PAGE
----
Physical inactivity

Increased levels of physical activity can assist in tackling many of the important health challenges faced by the UK. It can help in the prevention and treatment of over 20 chronic conditions, including coronary heart disease, stroke, type two diabetes, cancer, obesity, mental health problems and musculoskeletal conditions (Department of Health, 2004). An evidence review concluded that physical activity could be the best buy in public health (Morris, 1994).  Helping inactive people to move to a moderate activity level will produce the greatest reduction in risk of ill health (Department of Health, 2009).

Physical activity in childhood has a range of benefits including healthy growth and development, maintenance of energy balance, mental well-being, improved academic performance and social interaction, and reduces osteoporosis risk in later life (Department of Health, 2004).  Active children are less likely to smoke, or to use alcohol/get drunk or take illegal drugs (Physical Activity Task Force, 2002).  Active children are more likely to become active adults (Telema, 2009).

Physical inactivity in England is estimated to cost £8.2 billion a year; this includes both the direct costs of treating major lifestyle-related diseases and the indirect costs of sickness absence (Department of Health, 2004). The NHS cost alone is £900 million based on 2006/07 costs (Scarborough et al, 2011).  In 2006/07, physical inactivity cost Stockton-on-Tees PCT over £2.1 million (Department of Health, 2009).
This topic is most closely associated with the following JSNA topics:

 

Last updated: 2015-12-15 11:42:40
[+] Expand all

1. What are the key issues?

At every age, the majority of people don’t achieve recommended levels of physical activity. 

At a national level, 61% of men and 71% of women are not active enough to benefit their health.

Only 23.7%of adults in Stockton take part in a minimum level of moderate exercise.

Nationally, amongst children aged 2 – 15, based on the 2008 Health Survey for England, only 32% of boys and 24% of girls met the recommended activity levels.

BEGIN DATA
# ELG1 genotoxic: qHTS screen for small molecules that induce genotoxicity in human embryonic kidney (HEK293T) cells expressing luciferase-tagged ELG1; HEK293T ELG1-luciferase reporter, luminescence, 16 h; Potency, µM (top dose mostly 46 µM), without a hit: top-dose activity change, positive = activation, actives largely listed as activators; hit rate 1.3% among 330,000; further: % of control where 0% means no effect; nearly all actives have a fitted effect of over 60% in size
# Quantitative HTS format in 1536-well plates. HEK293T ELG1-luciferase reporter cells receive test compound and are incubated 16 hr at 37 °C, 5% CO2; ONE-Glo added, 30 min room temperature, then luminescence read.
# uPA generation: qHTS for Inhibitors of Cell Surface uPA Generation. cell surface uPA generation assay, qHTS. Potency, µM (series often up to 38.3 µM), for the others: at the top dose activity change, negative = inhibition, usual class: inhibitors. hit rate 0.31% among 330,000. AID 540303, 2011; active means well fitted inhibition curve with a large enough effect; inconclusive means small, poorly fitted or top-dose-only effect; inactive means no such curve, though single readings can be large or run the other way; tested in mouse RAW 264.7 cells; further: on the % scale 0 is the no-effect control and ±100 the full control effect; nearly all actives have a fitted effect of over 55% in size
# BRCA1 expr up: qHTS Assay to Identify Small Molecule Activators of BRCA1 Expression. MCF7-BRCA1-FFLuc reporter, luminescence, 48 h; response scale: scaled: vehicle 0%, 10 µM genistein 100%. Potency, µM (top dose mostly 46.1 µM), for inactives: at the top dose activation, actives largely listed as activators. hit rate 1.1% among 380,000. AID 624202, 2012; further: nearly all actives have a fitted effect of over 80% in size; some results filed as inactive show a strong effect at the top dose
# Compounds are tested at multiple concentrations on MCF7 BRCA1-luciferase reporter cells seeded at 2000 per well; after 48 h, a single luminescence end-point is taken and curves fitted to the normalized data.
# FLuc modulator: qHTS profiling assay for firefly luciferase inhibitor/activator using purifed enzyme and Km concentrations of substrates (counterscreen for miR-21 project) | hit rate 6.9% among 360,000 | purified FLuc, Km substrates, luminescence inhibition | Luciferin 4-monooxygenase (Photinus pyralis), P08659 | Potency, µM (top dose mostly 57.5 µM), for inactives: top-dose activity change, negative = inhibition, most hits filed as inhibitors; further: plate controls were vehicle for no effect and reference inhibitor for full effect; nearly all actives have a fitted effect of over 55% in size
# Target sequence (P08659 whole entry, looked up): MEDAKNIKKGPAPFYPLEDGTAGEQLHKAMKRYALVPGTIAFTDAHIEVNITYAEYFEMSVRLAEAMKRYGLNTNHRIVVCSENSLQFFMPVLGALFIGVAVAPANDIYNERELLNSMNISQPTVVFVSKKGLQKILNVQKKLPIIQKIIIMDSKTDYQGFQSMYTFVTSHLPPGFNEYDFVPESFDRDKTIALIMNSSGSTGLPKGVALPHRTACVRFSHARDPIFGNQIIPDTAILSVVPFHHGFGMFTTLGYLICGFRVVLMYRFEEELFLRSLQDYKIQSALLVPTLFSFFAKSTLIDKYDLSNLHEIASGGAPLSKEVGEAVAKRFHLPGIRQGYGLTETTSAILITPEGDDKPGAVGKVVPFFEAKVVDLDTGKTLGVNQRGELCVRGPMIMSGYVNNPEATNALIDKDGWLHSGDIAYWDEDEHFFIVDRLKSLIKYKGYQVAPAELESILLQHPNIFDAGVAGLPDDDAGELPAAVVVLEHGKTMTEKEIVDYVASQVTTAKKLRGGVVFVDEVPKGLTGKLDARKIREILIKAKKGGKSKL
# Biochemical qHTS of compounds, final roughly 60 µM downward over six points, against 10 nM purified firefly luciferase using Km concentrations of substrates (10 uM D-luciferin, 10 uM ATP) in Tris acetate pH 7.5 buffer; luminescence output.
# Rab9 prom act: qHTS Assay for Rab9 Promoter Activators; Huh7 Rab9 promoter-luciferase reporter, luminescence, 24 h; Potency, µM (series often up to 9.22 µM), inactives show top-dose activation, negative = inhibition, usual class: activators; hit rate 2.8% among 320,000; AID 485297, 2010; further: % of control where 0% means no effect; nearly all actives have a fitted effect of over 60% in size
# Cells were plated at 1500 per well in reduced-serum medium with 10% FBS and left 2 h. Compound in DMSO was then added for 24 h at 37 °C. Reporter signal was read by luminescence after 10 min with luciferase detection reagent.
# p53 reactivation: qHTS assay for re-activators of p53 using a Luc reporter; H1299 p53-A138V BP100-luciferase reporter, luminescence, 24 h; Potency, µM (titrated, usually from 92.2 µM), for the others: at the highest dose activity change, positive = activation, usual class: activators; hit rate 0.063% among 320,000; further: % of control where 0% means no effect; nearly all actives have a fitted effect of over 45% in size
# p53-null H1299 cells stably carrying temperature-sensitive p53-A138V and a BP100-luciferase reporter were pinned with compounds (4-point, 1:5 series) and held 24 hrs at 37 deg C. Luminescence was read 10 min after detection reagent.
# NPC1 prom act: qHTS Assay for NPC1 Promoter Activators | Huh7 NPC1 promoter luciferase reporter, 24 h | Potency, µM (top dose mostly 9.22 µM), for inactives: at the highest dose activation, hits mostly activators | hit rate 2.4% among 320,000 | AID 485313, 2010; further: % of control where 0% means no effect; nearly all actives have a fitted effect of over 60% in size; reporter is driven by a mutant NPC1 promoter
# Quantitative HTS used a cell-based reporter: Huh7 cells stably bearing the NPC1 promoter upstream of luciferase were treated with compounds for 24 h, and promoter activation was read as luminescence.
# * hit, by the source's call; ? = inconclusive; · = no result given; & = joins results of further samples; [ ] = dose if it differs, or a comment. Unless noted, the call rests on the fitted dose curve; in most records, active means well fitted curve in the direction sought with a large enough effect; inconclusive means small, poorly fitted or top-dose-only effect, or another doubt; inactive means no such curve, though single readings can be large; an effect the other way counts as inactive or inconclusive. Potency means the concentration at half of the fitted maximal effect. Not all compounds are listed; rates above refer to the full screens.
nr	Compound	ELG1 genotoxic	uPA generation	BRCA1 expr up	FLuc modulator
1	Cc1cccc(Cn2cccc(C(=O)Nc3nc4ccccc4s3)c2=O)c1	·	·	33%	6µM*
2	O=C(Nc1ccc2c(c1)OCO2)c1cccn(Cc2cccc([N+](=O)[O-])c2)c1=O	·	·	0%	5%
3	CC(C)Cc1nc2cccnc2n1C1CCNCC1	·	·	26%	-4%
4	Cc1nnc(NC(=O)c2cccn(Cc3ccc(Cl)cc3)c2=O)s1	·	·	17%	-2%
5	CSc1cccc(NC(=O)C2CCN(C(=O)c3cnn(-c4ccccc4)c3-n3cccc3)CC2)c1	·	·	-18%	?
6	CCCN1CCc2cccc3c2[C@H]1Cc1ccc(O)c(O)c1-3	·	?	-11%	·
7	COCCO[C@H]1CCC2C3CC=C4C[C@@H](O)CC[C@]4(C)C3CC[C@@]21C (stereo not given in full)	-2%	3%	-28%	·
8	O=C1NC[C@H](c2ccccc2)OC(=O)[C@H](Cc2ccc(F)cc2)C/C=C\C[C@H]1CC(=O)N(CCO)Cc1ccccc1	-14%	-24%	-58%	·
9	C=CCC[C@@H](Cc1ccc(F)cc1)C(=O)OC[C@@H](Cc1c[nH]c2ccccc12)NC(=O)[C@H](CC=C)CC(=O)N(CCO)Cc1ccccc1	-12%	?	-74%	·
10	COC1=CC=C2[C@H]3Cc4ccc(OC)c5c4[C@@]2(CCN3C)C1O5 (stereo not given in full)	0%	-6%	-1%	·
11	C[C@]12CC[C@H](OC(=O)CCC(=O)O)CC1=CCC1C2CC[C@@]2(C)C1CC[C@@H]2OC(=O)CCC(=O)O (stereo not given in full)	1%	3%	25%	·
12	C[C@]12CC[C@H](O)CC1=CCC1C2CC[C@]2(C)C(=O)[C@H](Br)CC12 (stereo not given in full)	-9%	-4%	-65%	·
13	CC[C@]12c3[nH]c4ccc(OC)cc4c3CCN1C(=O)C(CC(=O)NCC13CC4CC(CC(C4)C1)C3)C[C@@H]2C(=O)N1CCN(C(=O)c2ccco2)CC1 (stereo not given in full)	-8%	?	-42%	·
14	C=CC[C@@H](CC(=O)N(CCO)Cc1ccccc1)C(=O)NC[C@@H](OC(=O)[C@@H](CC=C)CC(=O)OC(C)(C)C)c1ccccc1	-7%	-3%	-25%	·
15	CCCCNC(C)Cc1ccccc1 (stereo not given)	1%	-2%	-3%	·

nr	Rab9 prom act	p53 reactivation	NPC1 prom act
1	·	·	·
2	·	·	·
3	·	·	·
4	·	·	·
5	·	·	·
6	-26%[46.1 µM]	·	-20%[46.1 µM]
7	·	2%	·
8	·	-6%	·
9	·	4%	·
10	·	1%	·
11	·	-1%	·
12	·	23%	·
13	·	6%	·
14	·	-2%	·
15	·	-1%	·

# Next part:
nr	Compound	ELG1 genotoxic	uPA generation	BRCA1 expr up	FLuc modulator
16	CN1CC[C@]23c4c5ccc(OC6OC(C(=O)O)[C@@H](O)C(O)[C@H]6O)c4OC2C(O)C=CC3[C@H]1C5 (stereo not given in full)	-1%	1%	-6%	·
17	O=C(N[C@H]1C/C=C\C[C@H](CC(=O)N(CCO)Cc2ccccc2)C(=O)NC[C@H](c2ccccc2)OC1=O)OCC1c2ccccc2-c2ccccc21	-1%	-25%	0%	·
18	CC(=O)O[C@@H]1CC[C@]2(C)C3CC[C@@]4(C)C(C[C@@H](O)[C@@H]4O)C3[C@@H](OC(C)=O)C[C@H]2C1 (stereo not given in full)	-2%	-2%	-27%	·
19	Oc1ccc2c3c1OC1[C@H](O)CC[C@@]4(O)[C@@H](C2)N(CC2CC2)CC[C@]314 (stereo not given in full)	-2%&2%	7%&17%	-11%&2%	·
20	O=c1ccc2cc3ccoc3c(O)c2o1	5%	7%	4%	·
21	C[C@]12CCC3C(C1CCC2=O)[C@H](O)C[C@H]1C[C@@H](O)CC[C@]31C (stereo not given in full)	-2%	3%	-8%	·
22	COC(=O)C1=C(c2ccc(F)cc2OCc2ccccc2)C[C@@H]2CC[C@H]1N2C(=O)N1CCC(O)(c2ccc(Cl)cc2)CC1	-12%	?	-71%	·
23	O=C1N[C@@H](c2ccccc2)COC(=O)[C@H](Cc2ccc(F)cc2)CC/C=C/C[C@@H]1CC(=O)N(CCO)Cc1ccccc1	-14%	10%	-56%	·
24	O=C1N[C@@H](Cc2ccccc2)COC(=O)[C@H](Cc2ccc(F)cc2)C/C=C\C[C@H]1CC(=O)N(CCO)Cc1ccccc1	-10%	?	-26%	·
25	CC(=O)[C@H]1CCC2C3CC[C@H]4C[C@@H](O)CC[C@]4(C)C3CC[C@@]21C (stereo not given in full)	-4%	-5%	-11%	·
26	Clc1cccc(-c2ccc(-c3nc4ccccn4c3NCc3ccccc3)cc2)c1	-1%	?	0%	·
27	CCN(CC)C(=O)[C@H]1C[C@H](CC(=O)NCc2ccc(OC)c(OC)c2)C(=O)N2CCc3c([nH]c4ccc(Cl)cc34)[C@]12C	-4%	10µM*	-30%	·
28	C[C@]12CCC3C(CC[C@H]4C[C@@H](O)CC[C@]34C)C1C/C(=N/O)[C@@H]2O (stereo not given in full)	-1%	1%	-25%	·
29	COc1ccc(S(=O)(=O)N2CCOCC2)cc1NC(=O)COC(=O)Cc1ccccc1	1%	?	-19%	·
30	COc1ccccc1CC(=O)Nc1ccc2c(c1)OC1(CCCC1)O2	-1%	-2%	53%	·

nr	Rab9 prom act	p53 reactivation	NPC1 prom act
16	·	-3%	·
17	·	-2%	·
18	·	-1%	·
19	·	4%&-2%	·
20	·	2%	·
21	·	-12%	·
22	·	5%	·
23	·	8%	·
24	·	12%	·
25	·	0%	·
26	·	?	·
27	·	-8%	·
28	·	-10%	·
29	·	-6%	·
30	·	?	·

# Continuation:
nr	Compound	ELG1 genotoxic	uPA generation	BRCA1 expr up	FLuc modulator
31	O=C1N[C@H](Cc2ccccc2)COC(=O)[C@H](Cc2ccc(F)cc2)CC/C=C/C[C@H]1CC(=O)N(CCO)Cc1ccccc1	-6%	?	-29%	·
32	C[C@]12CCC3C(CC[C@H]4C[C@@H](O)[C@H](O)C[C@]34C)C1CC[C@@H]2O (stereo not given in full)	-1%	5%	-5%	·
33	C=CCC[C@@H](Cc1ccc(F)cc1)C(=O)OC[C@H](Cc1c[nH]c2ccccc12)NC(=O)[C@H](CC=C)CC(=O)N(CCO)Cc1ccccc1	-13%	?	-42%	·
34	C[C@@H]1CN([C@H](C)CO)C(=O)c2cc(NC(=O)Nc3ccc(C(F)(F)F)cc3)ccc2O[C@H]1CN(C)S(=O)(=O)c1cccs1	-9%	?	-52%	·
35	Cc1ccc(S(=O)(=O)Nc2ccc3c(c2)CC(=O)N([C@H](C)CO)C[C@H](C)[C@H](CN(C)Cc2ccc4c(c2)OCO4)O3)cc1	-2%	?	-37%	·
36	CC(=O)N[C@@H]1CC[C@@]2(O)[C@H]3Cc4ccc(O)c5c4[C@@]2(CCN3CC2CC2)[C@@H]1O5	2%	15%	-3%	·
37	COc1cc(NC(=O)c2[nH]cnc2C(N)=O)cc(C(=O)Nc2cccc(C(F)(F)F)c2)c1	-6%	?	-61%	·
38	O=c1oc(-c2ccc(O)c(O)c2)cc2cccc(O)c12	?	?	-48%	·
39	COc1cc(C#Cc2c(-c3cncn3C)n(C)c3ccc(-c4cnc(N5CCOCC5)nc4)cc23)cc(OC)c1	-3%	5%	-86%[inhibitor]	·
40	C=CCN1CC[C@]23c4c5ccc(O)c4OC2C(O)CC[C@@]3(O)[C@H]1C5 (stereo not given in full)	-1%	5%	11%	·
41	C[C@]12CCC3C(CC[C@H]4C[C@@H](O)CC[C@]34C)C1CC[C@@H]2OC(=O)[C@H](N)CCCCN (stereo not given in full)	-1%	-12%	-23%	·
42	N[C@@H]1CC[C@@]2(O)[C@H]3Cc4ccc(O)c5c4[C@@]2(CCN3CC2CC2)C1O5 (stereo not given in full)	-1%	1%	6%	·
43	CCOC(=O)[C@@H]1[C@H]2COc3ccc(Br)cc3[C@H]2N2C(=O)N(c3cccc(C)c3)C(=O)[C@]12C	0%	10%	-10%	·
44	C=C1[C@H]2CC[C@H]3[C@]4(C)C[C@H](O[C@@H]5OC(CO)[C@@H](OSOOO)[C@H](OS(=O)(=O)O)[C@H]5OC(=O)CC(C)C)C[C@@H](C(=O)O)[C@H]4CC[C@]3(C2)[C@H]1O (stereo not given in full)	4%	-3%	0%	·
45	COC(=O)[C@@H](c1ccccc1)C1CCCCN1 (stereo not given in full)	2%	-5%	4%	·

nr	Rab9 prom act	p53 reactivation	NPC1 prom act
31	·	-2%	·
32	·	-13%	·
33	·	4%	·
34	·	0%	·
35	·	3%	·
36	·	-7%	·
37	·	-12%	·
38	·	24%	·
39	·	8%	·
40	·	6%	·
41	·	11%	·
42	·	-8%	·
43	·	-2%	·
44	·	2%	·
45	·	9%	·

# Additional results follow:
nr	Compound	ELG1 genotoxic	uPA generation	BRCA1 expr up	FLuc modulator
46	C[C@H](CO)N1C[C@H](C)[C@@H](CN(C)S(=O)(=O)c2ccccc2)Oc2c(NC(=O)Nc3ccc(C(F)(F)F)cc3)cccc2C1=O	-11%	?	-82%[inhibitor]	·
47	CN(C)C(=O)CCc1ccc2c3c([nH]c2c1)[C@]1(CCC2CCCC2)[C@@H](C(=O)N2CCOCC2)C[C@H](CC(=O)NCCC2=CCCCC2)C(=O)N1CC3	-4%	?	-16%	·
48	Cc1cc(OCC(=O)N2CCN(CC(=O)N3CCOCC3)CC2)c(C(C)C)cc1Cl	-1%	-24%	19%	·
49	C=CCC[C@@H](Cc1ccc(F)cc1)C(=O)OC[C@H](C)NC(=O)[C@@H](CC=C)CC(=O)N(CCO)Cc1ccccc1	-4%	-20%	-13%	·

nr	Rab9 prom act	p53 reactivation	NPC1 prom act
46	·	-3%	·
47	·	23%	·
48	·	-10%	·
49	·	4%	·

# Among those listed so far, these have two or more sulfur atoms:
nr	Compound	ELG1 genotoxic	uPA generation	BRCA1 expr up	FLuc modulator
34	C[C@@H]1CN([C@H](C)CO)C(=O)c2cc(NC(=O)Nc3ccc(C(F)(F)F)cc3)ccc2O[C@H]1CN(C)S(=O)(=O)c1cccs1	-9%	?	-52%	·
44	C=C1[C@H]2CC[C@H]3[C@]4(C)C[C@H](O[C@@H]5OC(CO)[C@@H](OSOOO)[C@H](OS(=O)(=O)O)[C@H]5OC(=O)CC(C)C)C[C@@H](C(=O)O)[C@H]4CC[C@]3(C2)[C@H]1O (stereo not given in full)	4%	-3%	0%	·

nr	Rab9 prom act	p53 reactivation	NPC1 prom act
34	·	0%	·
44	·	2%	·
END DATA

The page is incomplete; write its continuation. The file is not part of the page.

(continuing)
The percentage of Stockton school pupils doing 3 hours of PE per week is just below the national average at 56%.

Stockton has higher than average levels of obesity amongst school age children with 9.8% of reception age and 20.7% of year six children reported as obese during the 2010/11 school year, against national average of 9.4% and 19.0%. However, the Stockton figures are better than the regional averages of 9.9% and 21.4%.

There remains a significant level of drop out from sport once young people leave secondary school and mandatory PE. This is an issue for both boys and girls although the problem is greater for girls. Sport England’s ‘Insights’ research identifies that lack of choice and a lack of purpose are key reasons for young people’s disengagement from PE and sport.

There is a significant variance in the quality of PE children are getting in primary education due to the lack of specialist PE teachers. Anecdotally there is evidence that some teachers in primary schools aren’t engaged in sport and have a low level of interest in teaching physical education. As such there must also be concern about the quality of experience many young people are getting during their formative years at primary school. All young people attend school and as such school is considered the best vehicle for maximising engagement by young people.

Stockton Council has long had concerns about the way PE and sport in the UK is taught to young people both within schools and sports clubs. The UK way of teaching and coaching based around a right and a wrong way of doing things denies individuality and focuses too much on process and not enough on outcome.

In may sports clubs there endures a culture of performance before personal development for young people. The motivation behind must be challenged.